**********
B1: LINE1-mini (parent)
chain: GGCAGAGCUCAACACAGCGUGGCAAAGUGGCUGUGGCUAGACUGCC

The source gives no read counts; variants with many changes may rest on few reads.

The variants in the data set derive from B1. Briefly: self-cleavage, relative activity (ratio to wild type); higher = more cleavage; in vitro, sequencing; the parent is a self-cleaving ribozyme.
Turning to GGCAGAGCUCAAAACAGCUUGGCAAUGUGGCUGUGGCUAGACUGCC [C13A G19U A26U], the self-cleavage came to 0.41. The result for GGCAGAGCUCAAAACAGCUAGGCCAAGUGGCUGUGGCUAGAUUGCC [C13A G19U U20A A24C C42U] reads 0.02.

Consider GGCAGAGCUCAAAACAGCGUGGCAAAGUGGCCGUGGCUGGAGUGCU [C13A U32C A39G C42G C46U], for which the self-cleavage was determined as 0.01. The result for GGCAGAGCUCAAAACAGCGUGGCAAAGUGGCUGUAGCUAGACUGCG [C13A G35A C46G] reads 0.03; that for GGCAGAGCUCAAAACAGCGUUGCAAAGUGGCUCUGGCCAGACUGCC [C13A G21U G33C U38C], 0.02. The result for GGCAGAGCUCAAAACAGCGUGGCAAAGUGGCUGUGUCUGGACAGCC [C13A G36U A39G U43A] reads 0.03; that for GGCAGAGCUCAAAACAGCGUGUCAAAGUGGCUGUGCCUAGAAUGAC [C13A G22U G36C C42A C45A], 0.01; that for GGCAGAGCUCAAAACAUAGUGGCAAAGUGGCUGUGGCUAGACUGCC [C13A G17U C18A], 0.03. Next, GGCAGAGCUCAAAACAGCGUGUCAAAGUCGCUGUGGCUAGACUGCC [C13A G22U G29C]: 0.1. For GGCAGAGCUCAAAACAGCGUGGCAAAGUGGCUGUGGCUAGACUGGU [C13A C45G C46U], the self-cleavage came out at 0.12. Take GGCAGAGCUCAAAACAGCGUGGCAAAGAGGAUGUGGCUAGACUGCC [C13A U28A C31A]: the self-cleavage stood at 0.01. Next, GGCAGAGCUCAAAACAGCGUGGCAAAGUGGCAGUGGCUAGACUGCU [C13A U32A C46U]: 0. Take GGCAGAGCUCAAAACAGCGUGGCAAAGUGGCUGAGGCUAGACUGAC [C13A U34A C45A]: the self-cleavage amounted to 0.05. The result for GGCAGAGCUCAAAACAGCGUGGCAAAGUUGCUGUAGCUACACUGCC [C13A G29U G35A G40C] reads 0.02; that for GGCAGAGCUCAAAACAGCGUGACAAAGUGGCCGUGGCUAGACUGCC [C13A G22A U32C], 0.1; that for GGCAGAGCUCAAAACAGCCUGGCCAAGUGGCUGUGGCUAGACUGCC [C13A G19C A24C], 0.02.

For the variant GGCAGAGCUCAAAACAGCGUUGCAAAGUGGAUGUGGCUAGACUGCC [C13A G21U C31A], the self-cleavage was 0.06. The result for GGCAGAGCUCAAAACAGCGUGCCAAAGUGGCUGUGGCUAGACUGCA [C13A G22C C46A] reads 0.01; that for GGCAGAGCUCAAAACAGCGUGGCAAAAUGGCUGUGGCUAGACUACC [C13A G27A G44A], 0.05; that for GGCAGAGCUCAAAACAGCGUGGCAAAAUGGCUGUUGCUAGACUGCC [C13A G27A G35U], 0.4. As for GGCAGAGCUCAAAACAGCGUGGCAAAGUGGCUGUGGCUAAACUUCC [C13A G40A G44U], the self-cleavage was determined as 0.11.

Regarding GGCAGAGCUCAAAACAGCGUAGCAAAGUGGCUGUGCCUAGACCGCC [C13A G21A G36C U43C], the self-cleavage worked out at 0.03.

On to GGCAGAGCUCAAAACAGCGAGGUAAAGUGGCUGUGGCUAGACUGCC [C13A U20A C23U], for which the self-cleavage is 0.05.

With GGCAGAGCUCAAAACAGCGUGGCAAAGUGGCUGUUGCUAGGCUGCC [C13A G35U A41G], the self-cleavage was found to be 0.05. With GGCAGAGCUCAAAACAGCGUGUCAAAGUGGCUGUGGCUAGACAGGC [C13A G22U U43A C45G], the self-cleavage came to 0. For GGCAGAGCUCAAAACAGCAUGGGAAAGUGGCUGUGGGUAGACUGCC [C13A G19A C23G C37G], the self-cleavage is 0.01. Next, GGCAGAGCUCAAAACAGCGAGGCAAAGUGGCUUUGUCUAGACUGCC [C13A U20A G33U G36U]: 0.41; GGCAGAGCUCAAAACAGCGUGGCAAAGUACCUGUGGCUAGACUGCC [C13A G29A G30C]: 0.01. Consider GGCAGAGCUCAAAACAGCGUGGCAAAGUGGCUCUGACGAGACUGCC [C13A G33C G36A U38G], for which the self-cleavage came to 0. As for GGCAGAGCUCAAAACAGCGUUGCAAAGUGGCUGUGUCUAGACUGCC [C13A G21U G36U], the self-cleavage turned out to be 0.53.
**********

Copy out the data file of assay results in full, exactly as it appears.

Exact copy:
B1: LINE1-mini (parent)
chain: GGCAGAGCUCAACACAGCGUGGCAAAGUGGCUGUGGCUAGACUGCC

The source gives no read counts; variants with many changes may rest on few reads.

The variants in the data set derive from B1. Briefly: self-cleavage, relative activity (ratio to wild type); higher = more cleavage; in vitro, sequencing; the parent is a self-cleaving ribozyme.
Turning to GGCAGAGCUCAAAACAGCUUGGCAAUGUGGCUGUGGCUAGACUGCC [C13A G19U A26U], the self-cleavage came to 0.41. The result for GGCAGAGCUCAAAACAGCUAGGCCAAGUGGCUGUGGCUAGAUUGCC [C13A G19U U20A A24C C42U] reads 0.02.

Consider GGCAGAGCUCAAAACAGCGUGGCAAAGUGGCCGUGGCUGGAGUGCU [C13A U32C A39G C42G C46U], for which the self-cleavage was determined as 0.01. The result for GGCAGAGCUCAAAACAGCGUGGCAAAGUGGCUGUAGCUAGACUGCG [C13A G35A C46G] reads 0.03; that for GGCAGAGCUCAAAACAGCGUUGCAAAGUGGCUCUGGCCAGACUGCC [C13A G21U G33C U38C], 0.02. The result for GGCAGAGCUCAAAACAGCGUGGCAAAGUGGCUGUGUCUGGACAGCC [C13A G36U A39G U43A] reads 0.03; that for GGCAGAGCUCAAAACAGCGUGUCAAAGUGGCUGUGCCUAGAAUGAC [C13A G22U G36C C42A C45A], 0.01; that for GGCAGAGCUCAAAACAUAGUGGCAAAGUGGCUGUGGCUAGACUGCC [C13A G17U C18A], 0.03. Next, GGCAGAGCUCAAAACAGCGUGUCAAAGUCGCUGUGGCUAGACUGCC [C13A G22U G29C]: 0.1. For GGCAGAGCUCAAAACAGCGUGGCAAAGUGGCUGUGGCUAGACUGGU [C13A C45G C46U], the self-cleavage came out at 0.12. Take GGCAGAGCUCAAAACAGCGUGGCAAAGAGGAUGUGGCUAGACUGCC [C13A U28A C31A]: the self-cleavage stood at 0.01. Next, GGCAGAGCUCAAAACAGCGUGGCAAAGUGGCAGUGGCUAGACUGCU [C13A U32A C46U]: 0. Take GGCAGAGCUCAAAACAGCGUGGCAAAGUGGCUGAGGCUAGACUGAC [C13A U34A C45A]: the self-cleavage amounted to 0.05. The result for GGCAGAGCUCAAAACAGCGUGGCAAAGUUGCUGUAGCUACACUGCC [C13A G29U G35A G40C] reads 0.02; that for GGCAGAGCUCAAAACAGCGUGACAAAGUGGCCGUGGCUAGACUGCC [C13A G22A U32C], 0.1; that for GGCAGAGCUCAAAACAGCCUGGCCAAGUGGCUGUGGCUAGACUGCC [C13A G19C A24C], 0.02.

For the variant GGCAGAGCUCAAAACAGCGUUGCAAAGUGGAUGUGGCUAGACUGCC [C13A G21U C31A], the self-cleavage was 0.06. The result for GGCAGAGCUCAAAACAGCGUGCCAAAGUGGCUGUGGCUAGACUGCA [C13A G22C C46A] reads 0.01; that for GGCAGAGCUCAAAACAGCGUGGCAAAAUGGCUGUGGCUAGACUACC [C13A G27A G44A], 0.05; that for GGCAGAGCUCAAAACAGCGUGGCAAAAUGGCUGUUGCUAGACUGCC [C13A G27A G35U], 0.4. As for GGCAGAGCUCAAAACAGCGUGGCAAAGUGGCUGUGGCUAAACUUCC [C13A G40A G44U], the self-cleavage was determined as 0.11.

Regarding GGCAGAGCUCAAAACAGCGUAGCAAAGUGGCUGUGCCUAGACCGCC [C13A G21A G36C U43C], the self-cleavage worked out at 0.03.

On to GGCAGAGCUCAAAACAGCGAGGUAAAGUGGCUGUGGCUAGACUGCC [C13A U20A C23U], for which the self-cleavage is 0.05.

With GGCAGAGCUCAAAACAGCGUGGCAAAGUGGCUGUUGCUAGGCUGCC [C13A G35U A41G], the self-cleavage was found to be 0.05. With GGCAGAGCUCAAAACAGCGUGUCAAAGUGGCUGUGGCUAGACAGGC [C13A G22U U43A C45G], the self-cleavage came to 0. For GGCAGAGCUCAAAACAGCAUGGGAAAGUGGCUGUGGGUAGACUGCC [C13A G19A C23G C37G], the self-cleavage is 0.01. Next, GGCAGAGCUCAAAACAGCGAGGCAAAGUGGCUUUGUCUAGACUGCC [C13A U20A G33U G36U]: 0.41; GGCAGAGCUCAAAACAGCGUGGCAAAGUACCUGUGGCUAGACUGCC [C13A G29A G30C]: 0.01. Consider GGCAGAGCUCAAAACAGCGUGGCAAAGUGGCUCUGACGAGACUGCC [C13A G33C G36A U38G], for which the self-cleavage came to 0. As for GGCAGAGCUCAAAACAGCGUUGCAAAGUGGCUGUGUCUAGACUGCC [C13A G21U G36U], the self-cleavage turned out to be 0.53.